WASHINGTON – The head of the union representing correctional officers at federal prisons says prison staff and inmates could be at greater risk if lawmakers limit the use of restrictive or specialized housing.
Eric Young, president of the American Federation of Government Employees’ Council of Prison Locals, says isolating and removing violent and dangerous inmates from general population settings is a vital tool to ensuring the safety of prison staff and other inmates.
“We must be able to restrict and restrain inmates before their behavior escalates. And we must have deterrent mechanisms in place to control inmates’ behavior before it creates anarchy in a prison setting,” Young said in testimony submitted today to the Senate Judiciary Subcommittee on the Constitution, Civil Rights and Human Rights. “We cannot have staff and inmates being targeted for assaults and certainly cannot allow anyone to be murdered without consequence.”
The subcommittee hearing occurred on the one-year anniversary of the death of Correctional Officer Eric Williams, who was murdered by an inmate while working in a housing unit at the high security prison in Canaan, Pa. The inmate who murdered Williams stabbed him 129 times and beat him so badly that his skull was crushed and he was unrecognizable to his parents.
The day after Williams’ murder, Lt. Osvaldo Albarati was killed in an ambush attack while he was driving home from the Metropolitan Detention Center Guaynabo in San Juan, Puerto Rico. All indications are that his murder was a result of his work at the prison.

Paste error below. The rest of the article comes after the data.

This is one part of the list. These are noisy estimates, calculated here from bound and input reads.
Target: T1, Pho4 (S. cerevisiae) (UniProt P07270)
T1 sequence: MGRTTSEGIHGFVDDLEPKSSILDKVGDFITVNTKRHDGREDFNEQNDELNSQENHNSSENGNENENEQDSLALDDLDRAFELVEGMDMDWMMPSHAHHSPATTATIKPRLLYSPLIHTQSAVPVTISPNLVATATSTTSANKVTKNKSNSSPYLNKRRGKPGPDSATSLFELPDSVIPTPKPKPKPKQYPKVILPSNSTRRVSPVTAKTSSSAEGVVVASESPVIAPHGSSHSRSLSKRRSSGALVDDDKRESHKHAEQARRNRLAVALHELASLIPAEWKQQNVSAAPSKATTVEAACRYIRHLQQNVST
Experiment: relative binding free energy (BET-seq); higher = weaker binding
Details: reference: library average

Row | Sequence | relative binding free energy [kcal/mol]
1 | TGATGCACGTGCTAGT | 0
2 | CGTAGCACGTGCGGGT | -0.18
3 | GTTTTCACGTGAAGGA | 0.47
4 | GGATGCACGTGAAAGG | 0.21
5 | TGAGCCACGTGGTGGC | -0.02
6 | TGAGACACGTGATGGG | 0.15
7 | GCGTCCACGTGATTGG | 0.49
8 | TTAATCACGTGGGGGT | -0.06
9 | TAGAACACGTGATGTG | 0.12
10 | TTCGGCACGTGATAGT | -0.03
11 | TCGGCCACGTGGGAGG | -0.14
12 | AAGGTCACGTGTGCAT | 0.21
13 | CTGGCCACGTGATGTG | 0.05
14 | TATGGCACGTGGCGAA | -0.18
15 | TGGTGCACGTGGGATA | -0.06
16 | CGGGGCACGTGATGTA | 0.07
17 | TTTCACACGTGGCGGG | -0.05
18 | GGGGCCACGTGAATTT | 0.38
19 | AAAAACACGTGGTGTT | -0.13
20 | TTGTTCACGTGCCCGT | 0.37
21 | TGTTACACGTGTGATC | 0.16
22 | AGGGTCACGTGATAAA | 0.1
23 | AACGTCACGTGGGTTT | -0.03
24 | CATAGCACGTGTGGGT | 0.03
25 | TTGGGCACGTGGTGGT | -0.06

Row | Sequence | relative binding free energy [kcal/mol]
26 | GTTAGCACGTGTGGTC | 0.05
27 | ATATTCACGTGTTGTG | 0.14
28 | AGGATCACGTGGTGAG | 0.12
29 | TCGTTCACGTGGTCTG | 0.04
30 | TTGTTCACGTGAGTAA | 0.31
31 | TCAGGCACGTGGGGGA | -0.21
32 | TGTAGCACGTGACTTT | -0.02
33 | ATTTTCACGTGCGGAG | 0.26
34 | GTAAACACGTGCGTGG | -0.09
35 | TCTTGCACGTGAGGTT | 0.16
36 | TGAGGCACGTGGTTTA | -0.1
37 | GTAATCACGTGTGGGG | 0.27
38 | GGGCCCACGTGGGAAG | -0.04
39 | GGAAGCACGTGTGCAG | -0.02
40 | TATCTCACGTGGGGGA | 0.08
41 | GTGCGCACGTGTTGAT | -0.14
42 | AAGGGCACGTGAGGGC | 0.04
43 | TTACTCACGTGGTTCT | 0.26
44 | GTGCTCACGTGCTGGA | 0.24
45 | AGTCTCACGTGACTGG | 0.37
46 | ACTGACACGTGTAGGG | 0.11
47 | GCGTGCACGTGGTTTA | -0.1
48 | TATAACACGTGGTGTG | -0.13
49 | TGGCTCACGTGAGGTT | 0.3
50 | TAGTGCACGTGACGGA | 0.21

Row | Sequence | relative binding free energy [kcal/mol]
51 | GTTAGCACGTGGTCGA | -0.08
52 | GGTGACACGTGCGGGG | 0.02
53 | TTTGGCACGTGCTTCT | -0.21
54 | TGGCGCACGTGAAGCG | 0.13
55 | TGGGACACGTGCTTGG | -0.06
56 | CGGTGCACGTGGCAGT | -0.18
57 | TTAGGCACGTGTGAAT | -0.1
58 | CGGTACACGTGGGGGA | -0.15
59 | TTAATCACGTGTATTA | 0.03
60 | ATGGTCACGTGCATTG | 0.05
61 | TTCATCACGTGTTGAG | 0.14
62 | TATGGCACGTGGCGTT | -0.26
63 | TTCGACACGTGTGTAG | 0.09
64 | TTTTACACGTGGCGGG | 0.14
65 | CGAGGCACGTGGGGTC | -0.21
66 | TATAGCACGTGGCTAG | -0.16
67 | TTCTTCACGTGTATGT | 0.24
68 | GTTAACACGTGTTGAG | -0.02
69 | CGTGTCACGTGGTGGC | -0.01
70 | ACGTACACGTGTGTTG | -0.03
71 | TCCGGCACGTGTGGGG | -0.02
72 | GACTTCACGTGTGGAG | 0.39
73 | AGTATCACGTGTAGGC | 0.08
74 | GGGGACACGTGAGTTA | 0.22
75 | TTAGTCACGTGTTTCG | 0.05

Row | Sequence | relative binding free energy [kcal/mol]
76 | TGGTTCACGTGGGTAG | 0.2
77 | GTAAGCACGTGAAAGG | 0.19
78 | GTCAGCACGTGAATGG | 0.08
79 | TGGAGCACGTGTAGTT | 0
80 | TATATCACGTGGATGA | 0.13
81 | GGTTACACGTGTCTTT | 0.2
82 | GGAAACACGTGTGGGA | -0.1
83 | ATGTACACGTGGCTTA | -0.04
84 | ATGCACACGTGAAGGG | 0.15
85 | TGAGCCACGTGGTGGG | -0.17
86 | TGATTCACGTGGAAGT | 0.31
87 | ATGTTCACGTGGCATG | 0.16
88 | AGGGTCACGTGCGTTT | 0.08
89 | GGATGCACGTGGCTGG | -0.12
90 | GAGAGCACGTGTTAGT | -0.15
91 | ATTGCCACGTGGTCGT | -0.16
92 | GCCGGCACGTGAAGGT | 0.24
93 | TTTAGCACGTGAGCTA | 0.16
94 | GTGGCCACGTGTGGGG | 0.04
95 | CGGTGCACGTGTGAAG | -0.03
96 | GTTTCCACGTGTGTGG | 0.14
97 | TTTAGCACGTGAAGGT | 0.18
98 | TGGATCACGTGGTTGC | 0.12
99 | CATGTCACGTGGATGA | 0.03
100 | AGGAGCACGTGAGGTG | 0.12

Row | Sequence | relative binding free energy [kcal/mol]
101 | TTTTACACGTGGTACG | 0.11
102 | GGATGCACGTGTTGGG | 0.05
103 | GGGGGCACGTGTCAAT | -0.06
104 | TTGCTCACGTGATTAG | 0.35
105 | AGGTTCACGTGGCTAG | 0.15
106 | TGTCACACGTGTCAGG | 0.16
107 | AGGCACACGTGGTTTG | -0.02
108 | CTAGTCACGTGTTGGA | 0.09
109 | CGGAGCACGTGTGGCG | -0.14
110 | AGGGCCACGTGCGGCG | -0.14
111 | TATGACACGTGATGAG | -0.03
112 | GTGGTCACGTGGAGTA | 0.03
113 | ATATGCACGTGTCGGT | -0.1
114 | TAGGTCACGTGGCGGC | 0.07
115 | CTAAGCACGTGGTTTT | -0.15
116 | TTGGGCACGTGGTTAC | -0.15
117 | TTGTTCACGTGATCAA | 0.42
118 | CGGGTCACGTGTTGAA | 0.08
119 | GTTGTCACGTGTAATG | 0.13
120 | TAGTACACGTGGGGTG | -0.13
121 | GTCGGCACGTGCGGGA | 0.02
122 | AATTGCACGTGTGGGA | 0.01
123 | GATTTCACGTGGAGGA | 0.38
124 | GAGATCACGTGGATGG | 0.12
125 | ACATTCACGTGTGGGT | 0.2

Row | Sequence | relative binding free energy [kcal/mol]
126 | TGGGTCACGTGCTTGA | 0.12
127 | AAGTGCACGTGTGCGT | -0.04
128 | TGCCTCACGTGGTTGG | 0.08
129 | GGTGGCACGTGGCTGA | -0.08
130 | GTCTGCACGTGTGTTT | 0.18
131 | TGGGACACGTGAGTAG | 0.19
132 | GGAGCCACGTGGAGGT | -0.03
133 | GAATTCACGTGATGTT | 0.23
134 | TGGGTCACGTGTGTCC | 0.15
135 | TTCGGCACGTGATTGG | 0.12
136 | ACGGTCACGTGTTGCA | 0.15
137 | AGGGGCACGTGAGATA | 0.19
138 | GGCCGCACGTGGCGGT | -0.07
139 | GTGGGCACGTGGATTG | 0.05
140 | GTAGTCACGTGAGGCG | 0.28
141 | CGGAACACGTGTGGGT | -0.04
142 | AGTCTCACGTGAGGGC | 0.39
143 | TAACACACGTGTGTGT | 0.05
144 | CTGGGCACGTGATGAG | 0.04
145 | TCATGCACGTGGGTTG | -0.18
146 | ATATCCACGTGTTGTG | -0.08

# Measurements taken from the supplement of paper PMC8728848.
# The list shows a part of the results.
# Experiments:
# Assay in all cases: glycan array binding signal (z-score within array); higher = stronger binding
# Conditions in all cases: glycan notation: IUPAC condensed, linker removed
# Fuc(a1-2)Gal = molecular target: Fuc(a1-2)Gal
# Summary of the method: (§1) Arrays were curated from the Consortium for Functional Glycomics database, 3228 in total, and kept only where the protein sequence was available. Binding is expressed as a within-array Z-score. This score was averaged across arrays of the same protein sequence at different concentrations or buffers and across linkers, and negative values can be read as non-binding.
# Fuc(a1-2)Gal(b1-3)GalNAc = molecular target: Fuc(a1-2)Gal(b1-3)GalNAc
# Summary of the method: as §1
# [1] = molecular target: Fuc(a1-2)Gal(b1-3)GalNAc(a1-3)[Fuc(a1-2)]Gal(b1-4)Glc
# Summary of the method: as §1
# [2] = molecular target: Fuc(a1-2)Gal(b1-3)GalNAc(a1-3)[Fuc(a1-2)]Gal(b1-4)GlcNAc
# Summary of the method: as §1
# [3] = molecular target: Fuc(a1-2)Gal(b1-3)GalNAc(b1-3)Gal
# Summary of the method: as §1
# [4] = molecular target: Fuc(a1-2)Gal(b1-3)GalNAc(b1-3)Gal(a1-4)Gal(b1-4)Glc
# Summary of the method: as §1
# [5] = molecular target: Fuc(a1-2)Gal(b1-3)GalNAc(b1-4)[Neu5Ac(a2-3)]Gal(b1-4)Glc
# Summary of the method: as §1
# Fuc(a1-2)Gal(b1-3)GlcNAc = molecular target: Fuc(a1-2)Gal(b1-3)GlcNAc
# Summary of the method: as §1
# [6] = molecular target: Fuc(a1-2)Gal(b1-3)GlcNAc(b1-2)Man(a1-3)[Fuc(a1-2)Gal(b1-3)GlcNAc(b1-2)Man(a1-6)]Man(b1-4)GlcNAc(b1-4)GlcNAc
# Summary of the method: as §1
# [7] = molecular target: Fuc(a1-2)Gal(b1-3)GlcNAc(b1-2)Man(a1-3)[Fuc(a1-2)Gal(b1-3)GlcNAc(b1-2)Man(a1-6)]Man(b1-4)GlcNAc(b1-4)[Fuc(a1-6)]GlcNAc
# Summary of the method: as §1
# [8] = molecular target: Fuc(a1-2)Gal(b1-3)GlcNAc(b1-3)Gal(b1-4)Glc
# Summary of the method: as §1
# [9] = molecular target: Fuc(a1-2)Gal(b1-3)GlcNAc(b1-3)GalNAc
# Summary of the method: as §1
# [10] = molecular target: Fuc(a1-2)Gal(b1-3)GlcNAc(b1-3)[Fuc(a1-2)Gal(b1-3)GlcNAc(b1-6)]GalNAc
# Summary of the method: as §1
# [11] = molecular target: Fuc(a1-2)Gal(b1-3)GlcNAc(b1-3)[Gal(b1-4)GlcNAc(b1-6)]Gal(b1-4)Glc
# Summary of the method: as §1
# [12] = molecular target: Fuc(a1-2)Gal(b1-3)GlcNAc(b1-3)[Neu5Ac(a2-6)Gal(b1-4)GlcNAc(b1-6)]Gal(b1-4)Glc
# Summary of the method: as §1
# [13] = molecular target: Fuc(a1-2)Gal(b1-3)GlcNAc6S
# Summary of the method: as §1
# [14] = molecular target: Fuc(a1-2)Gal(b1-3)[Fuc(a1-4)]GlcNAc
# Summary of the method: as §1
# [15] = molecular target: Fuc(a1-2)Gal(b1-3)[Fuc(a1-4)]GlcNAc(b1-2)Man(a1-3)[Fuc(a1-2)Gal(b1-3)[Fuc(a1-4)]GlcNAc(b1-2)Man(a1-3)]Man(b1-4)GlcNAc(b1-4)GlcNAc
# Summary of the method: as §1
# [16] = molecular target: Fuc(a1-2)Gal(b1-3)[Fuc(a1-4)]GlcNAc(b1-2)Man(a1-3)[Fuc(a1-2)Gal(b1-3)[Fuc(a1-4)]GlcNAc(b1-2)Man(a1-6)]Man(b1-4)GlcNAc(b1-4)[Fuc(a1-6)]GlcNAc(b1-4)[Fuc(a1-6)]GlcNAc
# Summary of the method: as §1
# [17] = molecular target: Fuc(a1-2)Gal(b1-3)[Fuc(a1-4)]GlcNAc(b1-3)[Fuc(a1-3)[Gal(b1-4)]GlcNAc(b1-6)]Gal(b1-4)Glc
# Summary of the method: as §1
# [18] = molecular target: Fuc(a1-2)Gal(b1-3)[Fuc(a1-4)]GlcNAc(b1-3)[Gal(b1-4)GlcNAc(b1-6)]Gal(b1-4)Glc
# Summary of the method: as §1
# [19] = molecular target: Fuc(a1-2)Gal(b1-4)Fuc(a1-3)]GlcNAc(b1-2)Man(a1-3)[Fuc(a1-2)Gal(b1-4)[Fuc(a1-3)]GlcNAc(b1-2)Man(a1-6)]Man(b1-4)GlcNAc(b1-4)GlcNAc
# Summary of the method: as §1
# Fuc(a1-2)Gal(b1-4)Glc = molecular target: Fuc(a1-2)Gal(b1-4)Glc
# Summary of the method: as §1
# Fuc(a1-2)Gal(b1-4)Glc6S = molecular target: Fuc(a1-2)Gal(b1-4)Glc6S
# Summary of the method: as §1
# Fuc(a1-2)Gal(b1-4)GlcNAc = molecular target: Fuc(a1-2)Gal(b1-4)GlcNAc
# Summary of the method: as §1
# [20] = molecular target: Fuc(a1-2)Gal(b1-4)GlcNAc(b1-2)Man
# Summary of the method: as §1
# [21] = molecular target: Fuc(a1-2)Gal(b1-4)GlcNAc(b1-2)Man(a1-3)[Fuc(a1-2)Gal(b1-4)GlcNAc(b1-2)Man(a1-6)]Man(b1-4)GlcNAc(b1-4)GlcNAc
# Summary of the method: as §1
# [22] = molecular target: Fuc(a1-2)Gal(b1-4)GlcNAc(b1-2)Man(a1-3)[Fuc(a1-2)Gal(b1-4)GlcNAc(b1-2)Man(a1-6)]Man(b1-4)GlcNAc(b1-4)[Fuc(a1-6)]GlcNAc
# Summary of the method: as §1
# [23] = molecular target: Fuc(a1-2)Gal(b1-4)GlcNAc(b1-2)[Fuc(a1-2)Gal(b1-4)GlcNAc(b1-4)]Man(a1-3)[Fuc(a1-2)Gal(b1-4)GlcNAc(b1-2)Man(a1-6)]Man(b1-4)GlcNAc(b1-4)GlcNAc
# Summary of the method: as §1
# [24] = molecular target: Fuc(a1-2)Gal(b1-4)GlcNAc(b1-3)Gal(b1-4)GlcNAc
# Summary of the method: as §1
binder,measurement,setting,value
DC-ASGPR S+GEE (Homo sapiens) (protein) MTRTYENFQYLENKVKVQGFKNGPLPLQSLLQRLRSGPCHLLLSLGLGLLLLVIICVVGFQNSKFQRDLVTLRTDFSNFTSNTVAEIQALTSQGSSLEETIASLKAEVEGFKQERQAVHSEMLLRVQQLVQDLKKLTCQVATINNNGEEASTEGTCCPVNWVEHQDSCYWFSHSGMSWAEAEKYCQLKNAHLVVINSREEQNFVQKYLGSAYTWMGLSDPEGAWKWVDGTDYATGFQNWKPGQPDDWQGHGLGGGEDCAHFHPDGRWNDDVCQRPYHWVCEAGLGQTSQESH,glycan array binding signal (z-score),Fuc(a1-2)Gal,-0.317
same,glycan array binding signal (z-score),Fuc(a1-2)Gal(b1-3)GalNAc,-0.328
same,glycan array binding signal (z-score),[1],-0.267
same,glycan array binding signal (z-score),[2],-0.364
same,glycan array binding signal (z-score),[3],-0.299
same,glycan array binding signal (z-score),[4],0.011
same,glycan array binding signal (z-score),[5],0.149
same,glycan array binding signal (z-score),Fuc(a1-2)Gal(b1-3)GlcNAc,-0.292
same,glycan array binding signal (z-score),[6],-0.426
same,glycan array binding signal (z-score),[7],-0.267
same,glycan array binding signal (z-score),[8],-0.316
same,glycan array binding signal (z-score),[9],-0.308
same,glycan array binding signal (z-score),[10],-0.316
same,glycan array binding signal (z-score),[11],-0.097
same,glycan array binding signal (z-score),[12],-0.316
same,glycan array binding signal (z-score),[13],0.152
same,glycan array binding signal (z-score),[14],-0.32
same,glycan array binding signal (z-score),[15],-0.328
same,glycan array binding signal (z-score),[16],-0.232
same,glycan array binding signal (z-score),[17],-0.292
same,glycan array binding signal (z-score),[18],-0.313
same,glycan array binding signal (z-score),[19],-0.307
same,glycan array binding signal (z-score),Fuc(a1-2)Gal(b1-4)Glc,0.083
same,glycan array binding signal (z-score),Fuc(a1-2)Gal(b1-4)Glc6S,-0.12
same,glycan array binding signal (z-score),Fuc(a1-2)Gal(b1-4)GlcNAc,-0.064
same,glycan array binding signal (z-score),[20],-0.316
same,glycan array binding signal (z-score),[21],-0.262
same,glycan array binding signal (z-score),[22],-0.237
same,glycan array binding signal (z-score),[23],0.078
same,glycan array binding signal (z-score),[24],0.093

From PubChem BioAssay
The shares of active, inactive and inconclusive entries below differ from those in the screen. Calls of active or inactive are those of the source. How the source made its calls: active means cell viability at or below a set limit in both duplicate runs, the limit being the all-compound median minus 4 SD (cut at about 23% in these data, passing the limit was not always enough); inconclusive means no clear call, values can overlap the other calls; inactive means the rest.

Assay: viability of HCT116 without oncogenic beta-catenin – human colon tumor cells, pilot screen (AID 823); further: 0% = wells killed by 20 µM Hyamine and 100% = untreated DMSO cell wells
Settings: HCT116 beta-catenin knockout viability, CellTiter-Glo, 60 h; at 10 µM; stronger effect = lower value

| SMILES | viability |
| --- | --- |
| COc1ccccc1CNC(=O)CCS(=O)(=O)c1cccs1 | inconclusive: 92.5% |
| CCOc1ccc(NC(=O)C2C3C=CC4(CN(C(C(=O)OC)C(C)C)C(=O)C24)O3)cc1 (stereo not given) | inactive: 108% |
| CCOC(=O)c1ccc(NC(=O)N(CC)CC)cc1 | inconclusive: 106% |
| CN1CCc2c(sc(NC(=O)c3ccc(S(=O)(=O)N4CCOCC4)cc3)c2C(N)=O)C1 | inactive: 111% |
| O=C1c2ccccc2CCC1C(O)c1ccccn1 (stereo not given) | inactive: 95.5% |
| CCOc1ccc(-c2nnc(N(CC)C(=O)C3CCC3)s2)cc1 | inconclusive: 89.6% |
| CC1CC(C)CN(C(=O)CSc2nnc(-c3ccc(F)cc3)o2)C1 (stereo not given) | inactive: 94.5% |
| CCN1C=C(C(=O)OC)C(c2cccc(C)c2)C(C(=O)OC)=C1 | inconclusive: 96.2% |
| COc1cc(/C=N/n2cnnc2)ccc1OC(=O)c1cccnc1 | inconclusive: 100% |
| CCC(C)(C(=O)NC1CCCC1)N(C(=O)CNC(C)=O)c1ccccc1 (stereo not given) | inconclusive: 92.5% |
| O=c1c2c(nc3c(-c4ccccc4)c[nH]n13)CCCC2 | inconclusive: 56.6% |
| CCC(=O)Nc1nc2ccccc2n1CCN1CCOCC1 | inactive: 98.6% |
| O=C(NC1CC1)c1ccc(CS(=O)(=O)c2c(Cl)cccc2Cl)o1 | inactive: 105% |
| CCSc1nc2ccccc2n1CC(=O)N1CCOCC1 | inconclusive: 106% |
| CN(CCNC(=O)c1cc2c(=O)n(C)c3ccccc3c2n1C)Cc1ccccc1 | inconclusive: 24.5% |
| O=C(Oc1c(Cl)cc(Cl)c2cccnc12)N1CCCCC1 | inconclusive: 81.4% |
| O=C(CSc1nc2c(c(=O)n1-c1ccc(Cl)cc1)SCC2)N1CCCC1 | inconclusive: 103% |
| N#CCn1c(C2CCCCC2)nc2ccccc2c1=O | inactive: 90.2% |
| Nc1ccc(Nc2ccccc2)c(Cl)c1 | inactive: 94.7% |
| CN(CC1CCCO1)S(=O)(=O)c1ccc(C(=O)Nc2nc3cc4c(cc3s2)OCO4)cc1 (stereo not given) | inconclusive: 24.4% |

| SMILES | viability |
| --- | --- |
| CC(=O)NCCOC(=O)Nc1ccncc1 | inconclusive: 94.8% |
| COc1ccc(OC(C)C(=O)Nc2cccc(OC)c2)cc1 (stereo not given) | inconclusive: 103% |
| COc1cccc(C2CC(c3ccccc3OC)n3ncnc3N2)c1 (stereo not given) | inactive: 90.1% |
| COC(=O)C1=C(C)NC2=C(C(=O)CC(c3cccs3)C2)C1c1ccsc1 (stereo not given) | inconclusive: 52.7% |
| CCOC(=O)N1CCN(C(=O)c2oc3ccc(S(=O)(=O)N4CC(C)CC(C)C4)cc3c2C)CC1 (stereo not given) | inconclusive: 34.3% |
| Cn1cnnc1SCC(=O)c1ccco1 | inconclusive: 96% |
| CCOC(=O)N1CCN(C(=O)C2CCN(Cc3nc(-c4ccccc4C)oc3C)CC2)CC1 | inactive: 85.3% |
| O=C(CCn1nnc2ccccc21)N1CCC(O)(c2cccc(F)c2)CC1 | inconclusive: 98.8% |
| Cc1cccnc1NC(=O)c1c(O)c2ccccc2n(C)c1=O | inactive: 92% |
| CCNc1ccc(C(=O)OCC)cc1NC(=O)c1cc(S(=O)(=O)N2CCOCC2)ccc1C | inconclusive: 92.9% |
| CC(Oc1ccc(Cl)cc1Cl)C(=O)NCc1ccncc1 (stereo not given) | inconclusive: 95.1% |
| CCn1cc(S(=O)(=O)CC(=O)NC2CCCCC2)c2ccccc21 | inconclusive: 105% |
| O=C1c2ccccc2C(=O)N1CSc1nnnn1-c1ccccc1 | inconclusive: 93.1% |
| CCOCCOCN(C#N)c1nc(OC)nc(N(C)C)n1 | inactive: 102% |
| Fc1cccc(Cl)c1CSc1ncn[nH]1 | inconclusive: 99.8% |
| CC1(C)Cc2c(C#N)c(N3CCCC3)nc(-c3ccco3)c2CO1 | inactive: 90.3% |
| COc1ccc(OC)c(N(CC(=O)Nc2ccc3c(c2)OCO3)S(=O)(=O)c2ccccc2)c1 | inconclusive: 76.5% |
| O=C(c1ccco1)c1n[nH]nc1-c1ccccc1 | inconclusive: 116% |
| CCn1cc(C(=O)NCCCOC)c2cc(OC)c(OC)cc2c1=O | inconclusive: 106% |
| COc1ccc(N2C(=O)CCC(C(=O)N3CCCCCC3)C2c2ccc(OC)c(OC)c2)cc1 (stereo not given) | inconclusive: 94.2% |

The rate of killings and other violent assaults no doubt would be higher if not for the policies and procedures that have been developed and refined over the years by professional staff, including the use of restrictive housing and specialized facilities like the Administrative Maximum Security (ADX) prison in Florence, Co., Young said. “Decisions that our staff make each and every day in terms of whether inmates should remain in general population or be transferred to restricted housing units have real implications for the safety and well-being of our sworn law enforcement officers,” Young said.
“The theories, research and positive sentiments expressed on behalf of the inmates who are isolated from the general population are certainly worthy of discussion and debate. But at the end of the day, the security of our prisons and the safety of our staff, the general inmate population, and the American public must be paramount.”
Only 413 of the 215,000 inmates throughout the federal prison system are housed at the supermax facility in Colorado, reflecting the judicious placement of inmates at the highest security facility, Young said. Of the 413, 194 have a history of homicide in the community, 121 have a history of homicide while in the Control Unit and 58 have a history of homicide while in the general prison setting.
Across the 119 prisons in the federal system, more than 20,000 inmates are associated with gangs, while more than 400 inmates have been identified as international or domestic terrorists. The prison system houses large numbers of drug offenders, many with ties to international cartels and major narcotics traffickers, as well as assorted weapons offenders, sex offenders, murderers and robbers.
“The BOP is not home to large numbers of white-collared criminals as it once incarcerated. Nor should it be still caricatured as ‘Club-Fed.’ No State, county or municipality can begin to compare in terms of the volume or the severity of the types of inmates we have system-wide. In fact, they often turn to us to house the ones they cannot handle or control,” Young said. “We have the most violent inmate populations of any correctional system in the world today, and, we do so while ensuring their humane treatment and also providing opportunities for self-improvement.”